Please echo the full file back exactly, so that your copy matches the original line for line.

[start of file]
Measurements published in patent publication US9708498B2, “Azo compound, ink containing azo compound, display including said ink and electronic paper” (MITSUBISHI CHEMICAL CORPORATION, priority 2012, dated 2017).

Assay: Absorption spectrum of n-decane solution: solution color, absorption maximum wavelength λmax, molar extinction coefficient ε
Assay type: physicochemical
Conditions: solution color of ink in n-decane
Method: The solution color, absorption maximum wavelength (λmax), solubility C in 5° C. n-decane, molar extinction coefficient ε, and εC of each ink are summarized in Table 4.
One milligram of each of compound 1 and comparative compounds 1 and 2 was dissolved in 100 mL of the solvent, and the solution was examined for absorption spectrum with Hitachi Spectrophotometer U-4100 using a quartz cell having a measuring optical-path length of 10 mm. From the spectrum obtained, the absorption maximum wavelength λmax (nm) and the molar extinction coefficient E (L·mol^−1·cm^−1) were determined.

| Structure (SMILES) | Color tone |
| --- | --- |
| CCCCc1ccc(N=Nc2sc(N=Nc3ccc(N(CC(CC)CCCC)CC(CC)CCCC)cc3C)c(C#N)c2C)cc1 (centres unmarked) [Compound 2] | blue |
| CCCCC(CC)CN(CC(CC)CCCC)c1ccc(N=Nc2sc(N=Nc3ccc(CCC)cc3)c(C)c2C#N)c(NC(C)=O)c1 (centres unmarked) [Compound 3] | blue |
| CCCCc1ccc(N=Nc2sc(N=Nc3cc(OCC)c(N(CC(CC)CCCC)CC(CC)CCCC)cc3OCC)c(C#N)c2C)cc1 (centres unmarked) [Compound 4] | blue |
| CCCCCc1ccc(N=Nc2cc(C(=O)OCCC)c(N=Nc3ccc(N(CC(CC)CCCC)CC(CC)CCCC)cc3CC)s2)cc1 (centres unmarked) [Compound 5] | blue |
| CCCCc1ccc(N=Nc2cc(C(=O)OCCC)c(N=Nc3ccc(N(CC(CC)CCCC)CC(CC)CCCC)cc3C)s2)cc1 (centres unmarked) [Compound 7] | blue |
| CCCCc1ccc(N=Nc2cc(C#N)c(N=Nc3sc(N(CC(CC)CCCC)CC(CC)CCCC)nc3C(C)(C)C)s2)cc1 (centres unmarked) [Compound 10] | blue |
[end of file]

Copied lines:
Measurements published in patent publication US9708498B2, “Azo compound, ink containing azo compound, display including said ink and electronic paper” (MITSUBISHI CHEMICAL CORPORATION, priority 2012, dated 2017).

Assay: Absorption spectrum of n-decane solution: solution color, absorption maximum wavelength λmax, molar extinction coefficient ε
Assay type: physicochemical
Conditions: solution color of ink in n-decane
Method: The solution color, absorption maximum wavelength (λmax), solubility C in 5° C. n-decane, molar extinction coefficient ε, and εC of each ink are summarized in Table 4.
One milligram of each of compound 1 and comparative compounds 1 and 2 was dissolved in 100 mL of the solvent, and the solution was examined for absorption spectrum with Hitachi Spectrophotometer U-4100 using a quartz cell having a measuring optical-path length of 10 mm. From the spectrum obtained, the absorption maximum wavelength λmax (nm) and the molar extinction coefficient E (L·mol^−1·cm^−1) were determined.

| Structure (SMILES) | Color tone |
| --- | --- |
| CCCCc1ccc(N=Nc2sc(N=Nc3ccc(N(CC(CC)CCCC)CC(CC)CCCC)cc3C)c(C#N)c2C)cc1 (centres unmarked) [Compound 2] | blue |
| CCCCC(CC)CN(CC(CC)CCCC)c1ccc(N=Nc2sc(N=Nc3ccc(CCC)cc3)c(C)c2C#N)c(NC(C)=O)c1 (centres unmarked) [Compound 3] | blue |
| CCCCc1ccc(N=Nc2sc(N=Nc3cc(OCC)c(N(CC(CC)CCCC)CC(CC)CCCC)cc3OCC)c(C#N)c2C)cc1 (centres unmarked) [Compound 4] | blue |
| CCCCCc1ccc(N=Nc2cc(C(=O)OCCC)c(N=Nc3ccc(N(CC(CC)CCCC)CC(CC)CCCC)cc3CC)s2)cc1 (centres unmarked) [Compound 5] | blue |
| CCCCc1ccc(N=Nc2cc(C(=O)OCCC)c(N=Nc3ccc(N(CC(CC)CCCC)CC(CC)CCCC)cc3C)s2)cc1 (centres unmarked) [Compound 7] | blue |
| CCCCc1ccc(N=Nc2cc(C#N)c(N=Nc3sc(N(CC(CC)CCCC)CC(CC)CCCC)nc3C(C)(C)C)s2)cc1 (centres unmarked) [Compound 10] | blue |